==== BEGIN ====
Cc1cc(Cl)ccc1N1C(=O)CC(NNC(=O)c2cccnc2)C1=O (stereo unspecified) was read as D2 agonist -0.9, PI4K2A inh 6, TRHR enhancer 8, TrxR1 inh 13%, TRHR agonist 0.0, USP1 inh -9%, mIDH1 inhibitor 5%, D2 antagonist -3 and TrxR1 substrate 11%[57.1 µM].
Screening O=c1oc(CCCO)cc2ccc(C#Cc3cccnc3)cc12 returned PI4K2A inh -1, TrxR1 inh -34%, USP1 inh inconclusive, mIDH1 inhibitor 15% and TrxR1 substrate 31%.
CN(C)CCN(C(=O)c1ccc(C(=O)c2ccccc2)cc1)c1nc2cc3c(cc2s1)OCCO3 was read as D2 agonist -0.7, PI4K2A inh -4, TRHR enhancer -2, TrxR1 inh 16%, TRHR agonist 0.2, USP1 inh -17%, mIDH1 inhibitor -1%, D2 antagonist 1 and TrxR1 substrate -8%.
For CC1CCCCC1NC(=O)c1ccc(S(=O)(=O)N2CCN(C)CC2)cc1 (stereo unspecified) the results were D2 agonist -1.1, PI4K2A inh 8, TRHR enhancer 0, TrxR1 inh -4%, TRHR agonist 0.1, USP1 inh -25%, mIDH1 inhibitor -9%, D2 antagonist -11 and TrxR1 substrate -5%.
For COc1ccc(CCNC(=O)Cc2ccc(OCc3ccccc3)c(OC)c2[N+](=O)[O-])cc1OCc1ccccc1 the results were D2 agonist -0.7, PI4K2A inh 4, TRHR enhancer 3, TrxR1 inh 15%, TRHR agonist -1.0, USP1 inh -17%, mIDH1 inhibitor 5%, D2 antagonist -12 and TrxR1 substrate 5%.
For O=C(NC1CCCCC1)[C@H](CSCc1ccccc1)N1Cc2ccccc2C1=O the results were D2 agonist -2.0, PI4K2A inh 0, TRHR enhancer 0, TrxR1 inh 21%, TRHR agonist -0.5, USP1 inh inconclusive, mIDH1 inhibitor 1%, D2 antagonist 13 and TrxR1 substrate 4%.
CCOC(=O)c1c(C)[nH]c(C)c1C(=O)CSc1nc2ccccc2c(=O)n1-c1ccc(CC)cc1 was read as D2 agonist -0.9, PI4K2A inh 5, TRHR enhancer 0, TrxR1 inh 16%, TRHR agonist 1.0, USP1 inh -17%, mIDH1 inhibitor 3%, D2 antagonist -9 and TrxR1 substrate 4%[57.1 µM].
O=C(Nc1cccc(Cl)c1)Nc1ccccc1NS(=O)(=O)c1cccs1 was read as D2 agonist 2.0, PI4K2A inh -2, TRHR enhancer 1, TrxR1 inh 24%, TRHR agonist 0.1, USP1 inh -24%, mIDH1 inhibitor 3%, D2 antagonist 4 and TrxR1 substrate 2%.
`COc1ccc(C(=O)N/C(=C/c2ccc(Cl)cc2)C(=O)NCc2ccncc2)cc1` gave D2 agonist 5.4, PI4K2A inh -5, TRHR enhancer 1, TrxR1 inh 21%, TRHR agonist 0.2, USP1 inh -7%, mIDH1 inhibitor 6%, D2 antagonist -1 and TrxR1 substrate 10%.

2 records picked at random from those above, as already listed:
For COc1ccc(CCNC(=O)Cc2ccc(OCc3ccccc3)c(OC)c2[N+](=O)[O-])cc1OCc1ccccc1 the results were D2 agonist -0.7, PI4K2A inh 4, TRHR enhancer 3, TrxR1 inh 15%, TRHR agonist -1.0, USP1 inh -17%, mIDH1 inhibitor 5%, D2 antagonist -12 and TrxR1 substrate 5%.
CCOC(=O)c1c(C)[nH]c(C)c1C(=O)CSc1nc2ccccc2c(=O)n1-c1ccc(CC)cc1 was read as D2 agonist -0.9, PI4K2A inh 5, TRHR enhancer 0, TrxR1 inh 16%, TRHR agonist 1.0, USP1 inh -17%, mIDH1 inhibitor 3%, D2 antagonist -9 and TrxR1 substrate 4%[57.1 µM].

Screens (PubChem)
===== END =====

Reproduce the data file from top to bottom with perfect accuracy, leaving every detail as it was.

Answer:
Cc1cc(Cl)ccc1N1C(=O)CC(NNC(=O)c2cccnc2)C1=O (stereo unspecified) was read as D2 agonist -0.9, PI4K2A inh 6, TRHR enhancer 8, TrxR1 inh 13%, TRHR agonist 0.0, USP1 inh -9%, mIDH1 inhibitor 5%, D2 antagonist -3 and TrxR1 substrate 11%[57.1 µM].
Screening O=c1oc(CCCO)cc2ccc(C#Cc3cccnc3)cc12 returned PI4K2A inh -1, TrxR1 inh -34%, USP1 inh inconclusive, mIDH1 inhibitor 15% and TrxR1 substrate 31%.
CN(C)CCN(C(=O)c1ccc(C(=O)c2ccccc2)cc1)c1nc2cc3c(cc2s1)OCCO3 was read as D2 agonist -0.7, PI4K2A inh -4, TRHR enhancer -2, TrxR1 inh 16%, TRHR agonist 0.2, USP1 inh -17%, mIDH1 inhibitor -1%, D2 antagonist 1 and TrxR1 substrate -8%.
For CC1CCCCC1NC(=O)c1ccc(S(=O)(=O)N2CCN(C)CC2)cc1 (stereo unspecified) the results were D2 agonist -1.1, PI4K2A inh 8, TRHR enhancer 0, TrxR1 inh -4%, TRHR agonist 0.1, USP1 inh -25%, mIDH1 inhibitor -9%, D2 antagonist -11 and TrxR1 substrate -5%.
For COc1ccc(CCNC(=O)Cc2ccc(OCc3ccccc3)c(OC)c2[N+](=O)[O-])cc1OCc1ccccc1 the results were D2 agonist -0.7, PI4K2A inh 4, TRHR enhancer 3, TrxR1 inh 15%, TRHR agonist -1.0, USP1 inh -17%, mIDH1 inhibitor 5%, D2 antagonist -12 and TrxR1 substrate 5%.
For O=C(NC1CCCCC1)[C@H](CSCc1ccccc1)N1Cc2ccccc2C1=O the results were D2 agonist -2.0, PI4K2A inh 0, TRHR enhancer 0, TrxR1 inh 21%, TRHR agonist -0.5, USP1 inh inconclusive, mIDH1 inhibitor 1%, D2 antagonist 13 and TrxR1 substrate 4%.
CCOC(=O)c1c(C)[nH]c(C)c1C(=O)CSc1nc2ccccc2c(=O)n1-c1ccc(CC)cc1 was read as D2 agonist -0.9, PI4K2A inh 5, TRHR enhancer 0, TrxR1 inh 16%, TRHR agonist 1.0, USP1 inh -17%, mIDH1 inhibitor 3%, D2 antagonist -9 and TrxR1 substrate 4%[57.1 µM].
O=C(Nc1cccc(Cl)c1)Nc1ccccc1NS(=O)(=O)c1cccs1 was read as D2 agonist 2.0, PI4K2A inh -2, TRHR enhancer 1, TrxR1 inh 24%, TRHR agonist 0.1, USP1 inh -24%, mIDH1 inhibitor 3%, D2 antagonist 4 and TrxR1 substrate 2%.
`COc1ccc(C(=O)N/C(=C/c2ccc(Cl)cc2)C(=O)NCc2ccncc2)cc1` gave D2 agonist 5.4, PI4K2A inh -5, TRHR enhancer 1, TrxR1 inh 21%, TRHR agonist 0.2, USP1 inh -7%, mIDH1 inhibitor 6%, D2 antagonist -1 and TrxR1 substrate 10%.

2 records picked at random from those above, as already listed:
For COc1ccc(CCNC(=O)Cc2ccc(OCc3ccccc3)c(OC)c2[N+](=O)[O-])cc1OCc1ccccc1 the results were D2 agonist -0.7, PI4K2A inh 4, TRHR enhancer 3, TrxR1 inh 15%, TRHR agonist -1.0, USP1 inh -17%, mIDH1 inhibitor 5%, D2 antagonist -12 and TrxR1 substrate 5%.
CCOC(=O)c1c(C)[nH]c(C)c1C(=O)CSc1nc2ccccc2c(=O)n1-c1ccc(CC)cc1 was read as D2 agonist -0.9, PI4K2A inh 5, TRHR enhancer 0, TrxR1 inh 16%, TRHR agonist 1.0, USP1 inh -17%, mIDH1 inhibitor 3%, D2 antagonist -9 and TrxR1 substrate 4%[57.1 µM].

Screens (PubChem)